- Produce at least one natural dye or bacterial dye:
- Natural dye - modifying it’s colour and mordanting it in different ways to dye at least 2 different categories of fibers
- Bacterial dye - Explored dyeing with bacteria of different fibers and/or bacteria
- Produce at least one botanical or bacterial ink:
- Botanical Ink - explore different materials, recipes and understand how to adjust them based on the ingredients
- Bacterial Ink - explore bacteria solvents and understand how to adjust or use the inks
- Document your recipes, the ingredients and process and if there have been changes, document your unexpected discoveries
- Name your materials, classify them by typology and display them in a systematic order of samples.
- EXTRA POINT Submit some of your swatches to the analog material library of your lab. (20cm *20cm aprox)
from fabtextile.org, see also bioshade.bio
Living colours, Laura Luchtman & Ilfa Siebenhaar
Microbial me, Mellissa Fischer
This week I worked on natural dyes. Since I was in the Polish mountains (Babia Gora), I took the opportunity to use local materials.
Desesperately seeking colors...
- Sumac leaves, fruits and twig
- Raspberries from garden
- Wild rose fruits
- Pine needle
- Fern leaves
- Privet berries and leaves
- Lily of the valley leaves
- Dried beetroot
- Curcuma powder
Here is a summary of what I used so far, with respective quantities :
|Sumac leaves and twig||19|
|Privet berries and twig||204|
|Wild rose fruits||119|
|Dried beetroot||100 ~ equiv 1kg rehydrated|
|Monk cloth fabric (cotton)||193|
In Poland there is a tradional soup called Barszcz which is made out of beetroots. This soup requires a large amount of beetroots (minimum 5) to produce enough juice. This is why it is common to find beetroots concentrate or dried beetroots in supermarkets. I bought for 0.50 euros 100g of dried beetroots, which equals 1kg of rehydrated beetroot.
The only fabric I had was monk cloth, which is made of cotton. As a consequence, I used exclusively vegetal fibers. I started by weighting the fibers : 193g. I prepared the fabric by washing it with neutral soap and soaking it in 2L of water with 2tsp of soda. I left it soak in boiling water for 1h.
After this, the remaining water is brownish-yellowish, probably due to the wax contained in fabrics.
Tannin is crucial when dealing with cellulose fabric. Conversely, animal fabric has less difficulty to retain the dye in its fiber. Vegetal fabric particularly need tannin to be able to be dyed. On my way to the forest, I have seen several sumac trees, and I asked local citizens if I could pick fruits from their garden, which they kindly accepted.
Fortunately, sumac leaves have a high concentration of tannin. That is why I decided to do a DIY tannin by boiling the sumac leaves.
There is a significant color difference of the fabric after the tannin bath (on the right) :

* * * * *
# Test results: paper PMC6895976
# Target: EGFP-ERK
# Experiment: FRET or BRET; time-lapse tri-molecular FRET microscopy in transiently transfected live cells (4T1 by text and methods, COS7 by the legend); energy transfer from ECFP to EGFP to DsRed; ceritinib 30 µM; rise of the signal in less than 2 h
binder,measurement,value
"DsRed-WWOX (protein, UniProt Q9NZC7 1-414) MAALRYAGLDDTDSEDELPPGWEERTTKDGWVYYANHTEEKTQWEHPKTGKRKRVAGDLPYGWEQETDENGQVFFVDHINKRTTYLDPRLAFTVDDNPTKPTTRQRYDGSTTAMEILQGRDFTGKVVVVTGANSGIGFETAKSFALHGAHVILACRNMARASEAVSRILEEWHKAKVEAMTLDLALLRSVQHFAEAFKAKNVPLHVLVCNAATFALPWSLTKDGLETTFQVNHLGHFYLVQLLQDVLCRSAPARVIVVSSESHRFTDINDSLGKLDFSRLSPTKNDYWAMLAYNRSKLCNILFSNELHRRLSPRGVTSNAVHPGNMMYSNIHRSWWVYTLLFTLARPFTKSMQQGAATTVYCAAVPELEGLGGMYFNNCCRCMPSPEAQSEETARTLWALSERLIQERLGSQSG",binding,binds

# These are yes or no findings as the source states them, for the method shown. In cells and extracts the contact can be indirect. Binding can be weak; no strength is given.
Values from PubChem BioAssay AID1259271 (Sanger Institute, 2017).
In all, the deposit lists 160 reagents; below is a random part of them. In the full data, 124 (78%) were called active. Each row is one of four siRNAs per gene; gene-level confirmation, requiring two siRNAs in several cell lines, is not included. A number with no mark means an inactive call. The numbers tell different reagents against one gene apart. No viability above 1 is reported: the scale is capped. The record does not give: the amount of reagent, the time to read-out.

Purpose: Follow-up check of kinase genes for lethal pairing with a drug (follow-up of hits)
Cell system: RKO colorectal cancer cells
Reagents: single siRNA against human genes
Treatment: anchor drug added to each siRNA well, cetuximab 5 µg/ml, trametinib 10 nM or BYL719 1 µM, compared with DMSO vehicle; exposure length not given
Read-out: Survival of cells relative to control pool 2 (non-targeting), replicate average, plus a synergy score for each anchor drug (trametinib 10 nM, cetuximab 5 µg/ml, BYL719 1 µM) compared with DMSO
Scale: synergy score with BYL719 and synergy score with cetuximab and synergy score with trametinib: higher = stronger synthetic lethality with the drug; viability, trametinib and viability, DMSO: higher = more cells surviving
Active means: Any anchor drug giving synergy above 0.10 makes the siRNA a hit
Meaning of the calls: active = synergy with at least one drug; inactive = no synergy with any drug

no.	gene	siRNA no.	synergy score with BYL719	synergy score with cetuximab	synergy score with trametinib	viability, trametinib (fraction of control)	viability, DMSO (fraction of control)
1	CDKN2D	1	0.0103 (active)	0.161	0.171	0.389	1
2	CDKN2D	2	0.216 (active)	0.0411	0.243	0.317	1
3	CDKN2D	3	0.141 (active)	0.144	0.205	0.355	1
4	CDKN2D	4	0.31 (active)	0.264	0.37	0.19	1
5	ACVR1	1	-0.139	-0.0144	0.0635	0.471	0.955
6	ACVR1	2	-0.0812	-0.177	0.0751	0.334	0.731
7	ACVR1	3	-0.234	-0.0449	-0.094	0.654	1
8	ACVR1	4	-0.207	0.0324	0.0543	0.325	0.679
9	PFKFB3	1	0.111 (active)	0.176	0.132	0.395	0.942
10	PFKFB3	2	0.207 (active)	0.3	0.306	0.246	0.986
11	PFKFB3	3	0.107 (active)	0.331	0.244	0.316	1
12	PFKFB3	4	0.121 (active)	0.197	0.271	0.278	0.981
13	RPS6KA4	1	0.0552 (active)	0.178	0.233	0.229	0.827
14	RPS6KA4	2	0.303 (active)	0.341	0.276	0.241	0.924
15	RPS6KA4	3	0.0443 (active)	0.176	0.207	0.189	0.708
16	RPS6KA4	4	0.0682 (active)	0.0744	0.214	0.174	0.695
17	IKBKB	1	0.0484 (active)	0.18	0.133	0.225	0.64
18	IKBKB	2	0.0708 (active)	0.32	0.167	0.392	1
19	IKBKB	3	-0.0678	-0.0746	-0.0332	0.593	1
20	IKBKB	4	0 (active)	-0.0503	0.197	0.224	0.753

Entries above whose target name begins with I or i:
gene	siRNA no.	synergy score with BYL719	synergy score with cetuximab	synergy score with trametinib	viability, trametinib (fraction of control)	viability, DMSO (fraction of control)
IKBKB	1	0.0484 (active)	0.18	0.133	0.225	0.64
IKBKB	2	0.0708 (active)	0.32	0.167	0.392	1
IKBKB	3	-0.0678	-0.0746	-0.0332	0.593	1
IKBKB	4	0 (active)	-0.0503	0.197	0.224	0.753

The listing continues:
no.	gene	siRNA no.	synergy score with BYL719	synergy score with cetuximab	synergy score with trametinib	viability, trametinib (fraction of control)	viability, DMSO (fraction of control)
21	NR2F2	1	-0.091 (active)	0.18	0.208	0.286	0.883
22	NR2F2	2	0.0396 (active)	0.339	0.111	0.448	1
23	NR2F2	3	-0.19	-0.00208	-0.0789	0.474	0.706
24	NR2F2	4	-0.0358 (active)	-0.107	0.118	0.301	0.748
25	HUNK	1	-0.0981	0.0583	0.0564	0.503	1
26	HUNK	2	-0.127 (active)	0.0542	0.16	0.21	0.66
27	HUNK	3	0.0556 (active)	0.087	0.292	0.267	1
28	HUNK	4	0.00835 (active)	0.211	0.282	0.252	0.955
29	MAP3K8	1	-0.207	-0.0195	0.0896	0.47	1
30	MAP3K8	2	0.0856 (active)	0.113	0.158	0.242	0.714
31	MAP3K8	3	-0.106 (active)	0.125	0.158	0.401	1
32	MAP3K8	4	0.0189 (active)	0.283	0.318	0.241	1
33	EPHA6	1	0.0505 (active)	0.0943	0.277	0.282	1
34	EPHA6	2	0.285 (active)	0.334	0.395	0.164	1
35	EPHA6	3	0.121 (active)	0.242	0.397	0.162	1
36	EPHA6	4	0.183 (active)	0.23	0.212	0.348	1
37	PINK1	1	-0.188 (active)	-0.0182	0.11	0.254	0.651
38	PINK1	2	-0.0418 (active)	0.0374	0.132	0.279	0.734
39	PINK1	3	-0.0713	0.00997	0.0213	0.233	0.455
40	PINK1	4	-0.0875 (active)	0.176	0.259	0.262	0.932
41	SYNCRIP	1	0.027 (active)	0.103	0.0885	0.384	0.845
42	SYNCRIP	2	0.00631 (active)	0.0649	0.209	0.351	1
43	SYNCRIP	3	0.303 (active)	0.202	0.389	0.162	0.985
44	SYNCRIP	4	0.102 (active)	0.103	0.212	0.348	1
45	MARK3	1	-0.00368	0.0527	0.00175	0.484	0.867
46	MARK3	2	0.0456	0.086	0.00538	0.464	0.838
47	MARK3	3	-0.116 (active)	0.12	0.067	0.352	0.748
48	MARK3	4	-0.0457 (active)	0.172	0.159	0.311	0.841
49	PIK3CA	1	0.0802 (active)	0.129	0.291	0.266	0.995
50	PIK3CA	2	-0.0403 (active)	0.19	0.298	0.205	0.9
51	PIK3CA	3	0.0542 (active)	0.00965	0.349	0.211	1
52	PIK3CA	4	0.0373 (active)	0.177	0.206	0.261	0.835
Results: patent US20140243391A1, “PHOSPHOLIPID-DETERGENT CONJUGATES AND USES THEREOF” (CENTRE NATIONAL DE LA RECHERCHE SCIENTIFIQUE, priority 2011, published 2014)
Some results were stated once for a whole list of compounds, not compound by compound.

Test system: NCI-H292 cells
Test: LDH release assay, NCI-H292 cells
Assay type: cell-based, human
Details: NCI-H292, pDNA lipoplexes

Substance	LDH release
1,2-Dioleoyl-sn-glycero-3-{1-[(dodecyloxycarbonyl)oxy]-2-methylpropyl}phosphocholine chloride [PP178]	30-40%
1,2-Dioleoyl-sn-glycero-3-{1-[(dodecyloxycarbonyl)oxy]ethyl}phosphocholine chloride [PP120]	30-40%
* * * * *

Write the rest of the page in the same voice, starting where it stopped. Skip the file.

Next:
Moreover, I experimented with the tannin at different steps of the process of natural dye production : as a pre-mordant bath, or mixing tannin with the dye. I also used different concentration of sumac to see if it could impact the final dye.
Mordants facilitate the bonding of the dyestuff to the fibre. I splitted the fibers in two batches : one with diluated vinegar (ratio 1:4) as a mordant, and the other with going through the tannin bath first then the mordant bath with vinegar. I let the fibers soak for 1 day.
In order to create natural dyes, I soaked each material in boiling water for at least 1 hour. I used twice as much water as materials.
Then I strained the juice to filter the pieces. Eventually, I kept the leftovers so as to reuse them.
I made more than 1L of beetroot dye. Hopefully, I would be able to use all this beetroot juice, by experimenting with modifiers.
I used two different concentrations of beetroot : the higher concentrated (1kg beetroot : 0.2L water) produces a dark red with blue undertones; while the lower concentrated (1kg beetroot : 1,5L water) is more pink.
I got quite good results with sumac. Since it is rich in tannin, it pigments a lot the fabric. Sumac produces a beautiful coral orange, and turns green or brown with soda.
I am satisfied with the results I obtained with raspberry : vibrant pink and greens. The added tannin significantly improves the color.
Privet berries are poisonous so I was particularly careful when using this dye. I obtained from this dye a wide range of colors : purple, blue, green and yellow-brown. Soda reveals blue undertones and depending the amount added it turns to green of yellow-brown.
The tint of the wild rose was way more subtle, between beige and orange depending on the modifier or tannin involved.
Regarding nettle, I believe not having enough concentrated the leaves, because the tint is very subtle. Nevertheless, the tannin in dye gives a better result in terms of retaining colors.
I didn't manage to dye with bark. The dying itself was very clear. I suppose that I should have boiled a larger amount of bark.
I used soda, lemon, vinegar and rust as modifiers.
Modifying beetroot (left) and rapsberry (right) with soda
Baking soda turns the fabric blue-purple, revealing the blue undertones of the beetroot and raspberry.
I used my leftovers to make both ink and prints.
The high concentrated beetroot dye was already so thick that I didn't need to add gum to produce ink.